Venezuela: At least 100 soldiers 'flee to Colombia' as two killed and hundreds injured in humanitarian aid clashes

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At least 100 Venezuelan soldiers have deserted the country, reports suggest, as Nicolas Maduro faces increasing public pressure to abandon his presidency.

The defections came as Juan Guaido, the country’s opposition leader, called on security forces to abandon Mr Maduro and to allow humanitarian aid into the nation – amid violent clashes at the border that saw two people killed and one shipment burned.

Mr Guaido declared himself interim president a month ago but has so far been unable to win support from Venezuela’s military, which remains loyal to the Maduro government.

Some 104 soldiers have now fled across the border into Colombia, according to CNN en Español and the Agence France-Presse news agency.

On Saturday at least two people were killed near the Brazilian border while 300 were wounded in a separate clash at the country’s border with Colombia after civilians fought with troops loyal to the president.

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On Sunday Brazil responded to the rapidly escalating violence by calling on the international community to join in the “liberation effort” of Venezuelans.

Meanwhile, Mike Pompeo, the US secretary of state, said that Mr Maduro’s ”days were numbered”.

His comments come as Mike Pence, the US vice president, prepares to meet regional leaders in Colombia on Monday to discuss the violence.

Mr Pence will announce "concrete steps" intended to address the crisis according to a senior US administration official.

Nicolas Maduro has refused US aid shipments and claims that the supplies are part of a coup attempt against him.

He has closed the country’s borders with Colombia, Brazil and the island of Curacao, effectively severing any path for food and medicine supplies to enter the country.

On Saturday Mr Maduro also broke off diplomatic relations with Colombia and accused the country of assisting a US-led effort to remove him.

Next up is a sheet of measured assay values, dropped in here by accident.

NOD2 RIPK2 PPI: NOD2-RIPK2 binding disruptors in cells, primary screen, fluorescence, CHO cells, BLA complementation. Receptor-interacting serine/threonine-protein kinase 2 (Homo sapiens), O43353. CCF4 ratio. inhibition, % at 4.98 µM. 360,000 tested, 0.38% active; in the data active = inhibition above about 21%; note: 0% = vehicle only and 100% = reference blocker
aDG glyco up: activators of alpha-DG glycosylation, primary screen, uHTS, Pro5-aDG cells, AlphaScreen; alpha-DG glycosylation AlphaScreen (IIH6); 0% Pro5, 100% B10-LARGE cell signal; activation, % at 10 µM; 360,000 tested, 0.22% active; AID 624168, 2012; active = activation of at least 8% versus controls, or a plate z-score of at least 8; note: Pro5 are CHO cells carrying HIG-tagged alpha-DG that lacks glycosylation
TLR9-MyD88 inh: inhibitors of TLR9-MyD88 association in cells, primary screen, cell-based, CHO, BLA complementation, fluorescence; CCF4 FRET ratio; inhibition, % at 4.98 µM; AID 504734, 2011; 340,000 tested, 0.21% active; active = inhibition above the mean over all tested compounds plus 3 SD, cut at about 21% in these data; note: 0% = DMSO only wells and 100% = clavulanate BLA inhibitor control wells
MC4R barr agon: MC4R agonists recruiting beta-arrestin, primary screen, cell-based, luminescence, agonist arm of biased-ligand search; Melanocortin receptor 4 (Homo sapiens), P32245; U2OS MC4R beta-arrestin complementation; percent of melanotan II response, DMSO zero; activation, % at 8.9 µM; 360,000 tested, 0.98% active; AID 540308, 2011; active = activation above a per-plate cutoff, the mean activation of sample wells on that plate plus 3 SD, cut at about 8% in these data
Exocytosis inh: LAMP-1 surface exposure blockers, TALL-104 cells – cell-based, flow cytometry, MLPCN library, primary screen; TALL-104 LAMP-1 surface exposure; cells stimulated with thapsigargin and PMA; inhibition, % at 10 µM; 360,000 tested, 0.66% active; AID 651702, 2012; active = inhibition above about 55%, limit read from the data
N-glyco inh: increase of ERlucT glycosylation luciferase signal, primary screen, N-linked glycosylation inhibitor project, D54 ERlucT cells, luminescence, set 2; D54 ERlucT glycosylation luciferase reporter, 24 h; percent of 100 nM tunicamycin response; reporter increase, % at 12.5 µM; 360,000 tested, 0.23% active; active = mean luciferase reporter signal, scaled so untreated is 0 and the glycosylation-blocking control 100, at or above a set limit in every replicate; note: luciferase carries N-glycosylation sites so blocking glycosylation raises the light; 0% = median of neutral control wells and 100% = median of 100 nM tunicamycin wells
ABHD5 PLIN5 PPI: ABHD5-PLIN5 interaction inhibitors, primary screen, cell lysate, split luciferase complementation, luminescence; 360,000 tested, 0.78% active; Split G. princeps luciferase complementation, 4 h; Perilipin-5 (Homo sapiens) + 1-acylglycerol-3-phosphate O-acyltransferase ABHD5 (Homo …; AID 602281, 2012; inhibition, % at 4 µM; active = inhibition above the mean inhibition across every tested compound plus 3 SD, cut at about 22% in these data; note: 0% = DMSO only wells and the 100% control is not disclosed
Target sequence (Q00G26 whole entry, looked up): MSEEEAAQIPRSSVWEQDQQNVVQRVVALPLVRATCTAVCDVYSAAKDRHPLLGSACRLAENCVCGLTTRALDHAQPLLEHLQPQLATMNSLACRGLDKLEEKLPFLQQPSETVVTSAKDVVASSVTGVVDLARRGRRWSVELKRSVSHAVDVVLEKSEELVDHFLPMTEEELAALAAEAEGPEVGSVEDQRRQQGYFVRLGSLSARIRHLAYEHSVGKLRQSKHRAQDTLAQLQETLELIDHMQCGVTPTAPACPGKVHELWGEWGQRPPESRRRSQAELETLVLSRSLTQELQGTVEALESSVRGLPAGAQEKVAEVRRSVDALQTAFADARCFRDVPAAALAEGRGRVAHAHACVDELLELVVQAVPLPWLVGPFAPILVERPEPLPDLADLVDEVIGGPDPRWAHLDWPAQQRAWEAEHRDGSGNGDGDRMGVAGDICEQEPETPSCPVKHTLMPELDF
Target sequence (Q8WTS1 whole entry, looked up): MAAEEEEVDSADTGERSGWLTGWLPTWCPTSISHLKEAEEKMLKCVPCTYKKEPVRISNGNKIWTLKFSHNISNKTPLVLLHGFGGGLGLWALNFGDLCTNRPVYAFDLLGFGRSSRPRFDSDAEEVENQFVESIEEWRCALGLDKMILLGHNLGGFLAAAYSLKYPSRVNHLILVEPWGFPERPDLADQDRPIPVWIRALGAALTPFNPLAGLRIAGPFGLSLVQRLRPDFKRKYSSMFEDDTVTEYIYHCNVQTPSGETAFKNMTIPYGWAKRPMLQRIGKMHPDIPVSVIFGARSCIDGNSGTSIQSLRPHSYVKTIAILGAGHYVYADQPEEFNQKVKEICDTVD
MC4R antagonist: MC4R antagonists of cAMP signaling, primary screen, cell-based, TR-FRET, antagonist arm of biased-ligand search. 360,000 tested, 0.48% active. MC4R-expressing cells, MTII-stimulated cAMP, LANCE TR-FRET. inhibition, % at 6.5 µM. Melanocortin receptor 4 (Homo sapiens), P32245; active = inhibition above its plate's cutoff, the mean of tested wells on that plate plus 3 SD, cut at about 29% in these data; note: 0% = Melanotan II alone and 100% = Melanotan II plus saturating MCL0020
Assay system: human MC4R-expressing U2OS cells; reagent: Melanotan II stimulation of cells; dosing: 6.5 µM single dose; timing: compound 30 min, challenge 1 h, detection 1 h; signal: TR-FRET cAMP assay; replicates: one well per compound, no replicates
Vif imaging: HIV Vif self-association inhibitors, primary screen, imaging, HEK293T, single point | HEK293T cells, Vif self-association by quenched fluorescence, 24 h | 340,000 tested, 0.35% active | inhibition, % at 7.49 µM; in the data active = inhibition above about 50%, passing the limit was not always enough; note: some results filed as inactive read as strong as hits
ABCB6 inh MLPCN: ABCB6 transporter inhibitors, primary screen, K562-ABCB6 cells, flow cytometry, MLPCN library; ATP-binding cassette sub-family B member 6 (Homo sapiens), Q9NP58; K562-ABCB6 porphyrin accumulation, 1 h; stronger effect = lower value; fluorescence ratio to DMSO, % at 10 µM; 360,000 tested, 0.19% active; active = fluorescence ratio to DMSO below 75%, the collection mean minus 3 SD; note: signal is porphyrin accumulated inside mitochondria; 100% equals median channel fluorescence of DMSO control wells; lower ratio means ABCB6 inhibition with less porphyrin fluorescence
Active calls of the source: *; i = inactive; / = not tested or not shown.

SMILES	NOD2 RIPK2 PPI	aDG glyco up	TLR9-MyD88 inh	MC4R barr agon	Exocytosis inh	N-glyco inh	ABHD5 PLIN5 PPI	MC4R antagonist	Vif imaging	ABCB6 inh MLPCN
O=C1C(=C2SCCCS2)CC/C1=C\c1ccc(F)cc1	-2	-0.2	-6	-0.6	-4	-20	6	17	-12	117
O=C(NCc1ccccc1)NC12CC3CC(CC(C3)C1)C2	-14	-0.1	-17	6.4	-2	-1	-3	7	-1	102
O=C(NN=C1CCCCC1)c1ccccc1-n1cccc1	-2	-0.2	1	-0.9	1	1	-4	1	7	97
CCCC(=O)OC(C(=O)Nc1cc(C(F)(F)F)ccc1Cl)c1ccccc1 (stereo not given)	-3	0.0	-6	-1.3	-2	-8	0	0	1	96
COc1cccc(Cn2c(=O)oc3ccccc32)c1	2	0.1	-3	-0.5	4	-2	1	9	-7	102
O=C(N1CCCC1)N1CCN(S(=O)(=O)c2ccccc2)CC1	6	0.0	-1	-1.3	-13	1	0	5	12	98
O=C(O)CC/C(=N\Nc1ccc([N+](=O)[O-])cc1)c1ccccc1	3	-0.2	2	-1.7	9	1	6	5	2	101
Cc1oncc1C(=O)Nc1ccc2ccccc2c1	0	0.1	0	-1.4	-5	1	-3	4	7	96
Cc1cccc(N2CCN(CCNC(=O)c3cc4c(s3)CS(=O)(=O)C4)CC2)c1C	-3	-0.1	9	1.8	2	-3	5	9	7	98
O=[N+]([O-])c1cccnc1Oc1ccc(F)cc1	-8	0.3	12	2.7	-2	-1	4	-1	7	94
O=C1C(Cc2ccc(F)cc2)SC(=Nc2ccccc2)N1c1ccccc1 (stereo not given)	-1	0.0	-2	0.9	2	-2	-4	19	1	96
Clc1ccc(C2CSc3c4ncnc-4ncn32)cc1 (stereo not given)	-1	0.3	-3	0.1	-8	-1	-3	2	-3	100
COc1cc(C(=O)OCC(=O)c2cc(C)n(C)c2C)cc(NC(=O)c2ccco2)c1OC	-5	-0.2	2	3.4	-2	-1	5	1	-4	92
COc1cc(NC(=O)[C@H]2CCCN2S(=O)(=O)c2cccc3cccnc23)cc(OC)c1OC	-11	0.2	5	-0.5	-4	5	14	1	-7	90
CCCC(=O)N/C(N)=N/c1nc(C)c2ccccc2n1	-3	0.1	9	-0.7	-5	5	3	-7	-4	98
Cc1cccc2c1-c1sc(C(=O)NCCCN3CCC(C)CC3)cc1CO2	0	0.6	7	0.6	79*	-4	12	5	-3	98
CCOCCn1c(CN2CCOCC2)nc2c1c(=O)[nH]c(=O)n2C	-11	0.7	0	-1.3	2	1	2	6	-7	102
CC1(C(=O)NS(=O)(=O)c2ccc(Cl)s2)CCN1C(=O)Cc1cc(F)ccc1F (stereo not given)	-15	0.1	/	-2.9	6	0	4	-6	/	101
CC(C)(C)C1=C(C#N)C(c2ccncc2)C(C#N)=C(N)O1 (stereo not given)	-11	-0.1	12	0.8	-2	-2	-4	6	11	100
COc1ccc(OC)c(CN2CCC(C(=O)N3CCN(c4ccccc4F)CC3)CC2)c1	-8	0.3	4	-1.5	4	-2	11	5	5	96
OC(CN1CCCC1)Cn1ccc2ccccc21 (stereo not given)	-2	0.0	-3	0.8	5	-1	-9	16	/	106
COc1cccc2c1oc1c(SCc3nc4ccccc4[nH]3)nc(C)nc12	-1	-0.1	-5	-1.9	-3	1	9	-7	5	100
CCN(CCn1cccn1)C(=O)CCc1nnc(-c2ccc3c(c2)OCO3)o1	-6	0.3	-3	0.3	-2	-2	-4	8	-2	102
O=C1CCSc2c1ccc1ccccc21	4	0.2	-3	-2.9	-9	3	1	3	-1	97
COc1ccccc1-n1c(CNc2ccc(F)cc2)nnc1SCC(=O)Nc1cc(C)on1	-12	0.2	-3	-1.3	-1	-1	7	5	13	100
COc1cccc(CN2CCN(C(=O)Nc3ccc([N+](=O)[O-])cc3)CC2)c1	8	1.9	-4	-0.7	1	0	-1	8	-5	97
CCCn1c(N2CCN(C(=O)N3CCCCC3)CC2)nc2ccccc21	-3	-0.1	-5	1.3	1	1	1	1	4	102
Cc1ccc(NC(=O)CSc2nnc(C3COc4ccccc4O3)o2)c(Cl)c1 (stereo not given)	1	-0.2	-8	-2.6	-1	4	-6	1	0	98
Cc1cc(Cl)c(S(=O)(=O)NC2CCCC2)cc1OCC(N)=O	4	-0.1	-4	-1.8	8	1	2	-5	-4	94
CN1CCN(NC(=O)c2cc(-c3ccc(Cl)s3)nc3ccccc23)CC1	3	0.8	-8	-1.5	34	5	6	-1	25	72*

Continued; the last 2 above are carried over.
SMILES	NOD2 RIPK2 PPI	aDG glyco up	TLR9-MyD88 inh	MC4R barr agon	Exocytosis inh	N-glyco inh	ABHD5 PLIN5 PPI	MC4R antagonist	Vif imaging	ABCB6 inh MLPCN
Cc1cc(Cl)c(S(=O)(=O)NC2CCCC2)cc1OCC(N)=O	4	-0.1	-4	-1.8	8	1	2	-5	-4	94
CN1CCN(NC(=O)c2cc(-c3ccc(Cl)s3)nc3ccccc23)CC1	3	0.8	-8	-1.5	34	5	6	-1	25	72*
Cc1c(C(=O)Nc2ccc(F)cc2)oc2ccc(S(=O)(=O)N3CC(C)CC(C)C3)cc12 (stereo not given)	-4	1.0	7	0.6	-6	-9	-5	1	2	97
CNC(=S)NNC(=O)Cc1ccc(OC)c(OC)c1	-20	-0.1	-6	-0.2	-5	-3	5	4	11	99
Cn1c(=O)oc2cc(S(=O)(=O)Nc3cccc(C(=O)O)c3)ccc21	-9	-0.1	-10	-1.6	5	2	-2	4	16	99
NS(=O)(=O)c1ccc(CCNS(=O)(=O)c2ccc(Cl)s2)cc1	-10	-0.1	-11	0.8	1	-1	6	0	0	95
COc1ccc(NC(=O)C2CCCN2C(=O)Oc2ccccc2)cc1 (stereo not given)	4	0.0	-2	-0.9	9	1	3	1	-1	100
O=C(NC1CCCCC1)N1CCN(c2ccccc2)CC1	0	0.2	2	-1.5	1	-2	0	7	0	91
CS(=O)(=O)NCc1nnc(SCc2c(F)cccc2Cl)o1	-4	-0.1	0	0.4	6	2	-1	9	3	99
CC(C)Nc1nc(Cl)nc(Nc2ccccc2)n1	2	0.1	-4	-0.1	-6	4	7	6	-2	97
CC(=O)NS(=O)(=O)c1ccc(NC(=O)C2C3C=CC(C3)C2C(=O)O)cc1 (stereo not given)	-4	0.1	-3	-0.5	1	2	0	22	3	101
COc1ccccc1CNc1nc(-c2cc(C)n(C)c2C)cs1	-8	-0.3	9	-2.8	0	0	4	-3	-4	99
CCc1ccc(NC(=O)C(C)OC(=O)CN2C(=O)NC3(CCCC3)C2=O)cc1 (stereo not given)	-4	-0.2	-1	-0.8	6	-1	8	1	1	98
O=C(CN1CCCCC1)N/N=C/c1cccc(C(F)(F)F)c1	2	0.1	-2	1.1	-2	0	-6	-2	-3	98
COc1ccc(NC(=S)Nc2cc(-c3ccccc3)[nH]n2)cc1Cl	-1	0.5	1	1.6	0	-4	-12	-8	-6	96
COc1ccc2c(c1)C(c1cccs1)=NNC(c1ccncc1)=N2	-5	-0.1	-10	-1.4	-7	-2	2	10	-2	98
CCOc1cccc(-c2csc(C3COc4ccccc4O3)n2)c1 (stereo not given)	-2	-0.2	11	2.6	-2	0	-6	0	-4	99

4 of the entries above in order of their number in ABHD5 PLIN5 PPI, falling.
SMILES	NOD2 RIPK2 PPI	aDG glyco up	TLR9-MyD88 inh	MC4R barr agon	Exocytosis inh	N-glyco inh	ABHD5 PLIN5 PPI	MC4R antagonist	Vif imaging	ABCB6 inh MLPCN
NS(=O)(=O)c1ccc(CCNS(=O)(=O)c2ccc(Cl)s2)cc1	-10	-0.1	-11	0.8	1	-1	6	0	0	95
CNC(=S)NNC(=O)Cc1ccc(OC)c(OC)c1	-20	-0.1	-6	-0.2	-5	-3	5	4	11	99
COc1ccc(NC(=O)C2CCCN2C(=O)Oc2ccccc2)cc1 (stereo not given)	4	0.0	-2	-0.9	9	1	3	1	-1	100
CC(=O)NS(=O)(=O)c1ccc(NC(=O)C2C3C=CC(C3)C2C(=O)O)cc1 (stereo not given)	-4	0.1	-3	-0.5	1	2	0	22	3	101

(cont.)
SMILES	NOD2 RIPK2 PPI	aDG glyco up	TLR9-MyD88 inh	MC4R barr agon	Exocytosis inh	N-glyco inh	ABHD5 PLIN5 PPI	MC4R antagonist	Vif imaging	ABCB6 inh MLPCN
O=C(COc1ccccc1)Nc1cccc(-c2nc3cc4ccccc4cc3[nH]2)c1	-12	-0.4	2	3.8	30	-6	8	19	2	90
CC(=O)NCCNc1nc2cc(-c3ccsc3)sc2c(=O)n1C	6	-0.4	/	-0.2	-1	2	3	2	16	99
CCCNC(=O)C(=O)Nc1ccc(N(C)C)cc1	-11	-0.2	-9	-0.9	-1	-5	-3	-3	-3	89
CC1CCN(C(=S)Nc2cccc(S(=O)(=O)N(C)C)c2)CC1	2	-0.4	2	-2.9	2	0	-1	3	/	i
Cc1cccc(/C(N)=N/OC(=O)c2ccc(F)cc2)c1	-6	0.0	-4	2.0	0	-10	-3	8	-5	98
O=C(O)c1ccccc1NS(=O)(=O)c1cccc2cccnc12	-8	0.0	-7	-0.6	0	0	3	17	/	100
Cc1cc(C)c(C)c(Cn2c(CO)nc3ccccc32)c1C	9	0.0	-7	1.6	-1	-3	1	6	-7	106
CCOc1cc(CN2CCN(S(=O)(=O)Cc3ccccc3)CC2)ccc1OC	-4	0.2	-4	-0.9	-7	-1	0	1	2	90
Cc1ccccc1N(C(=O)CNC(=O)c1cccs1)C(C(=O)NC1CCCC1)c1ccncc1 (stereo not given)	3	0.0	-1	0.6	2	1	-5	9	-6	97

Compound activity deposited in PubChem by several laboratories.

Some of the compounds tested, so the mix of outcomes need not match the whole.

For weeks the US and its regional allies have been amassing aid at Venezuela’s borders with the aim of launching a “humanitarian avalanche”.

On Saturday Mr Guaido made numerous appeals to troops at border bridges, as he tried in vain to persuade them to allow aid into the country.

“How many of you national guardsmen have a sick mother? How many have kids in school without food?” he said, standing near a warehouse in the Colombian city of Cucuta, where 600 tons of food and medicine have been stockpiled.

“You don’t owe any obedience to a sadist ... who celebrates the denial of humanitarian aid the country needs.”

The opposition politician also urged the international community to keep ”all options open” in the fight against Mr Maduro, following Saturday’s violence.

Mr Guaido encouraged civilians to gather at border bridges on Saturday but the crowds were driven back after troops fired tear gas at protesters, triggering a stampede at least one location.

Analysts say that there may be no clear victor in the clashes and humanitarian groups have criticised the opposition for using the aid as a political weapon.

International leaders including UN secretary-general Antonio Guterres are appealing for the sides to avoid violence as the political standoff continues.

Additional reporting by agencies

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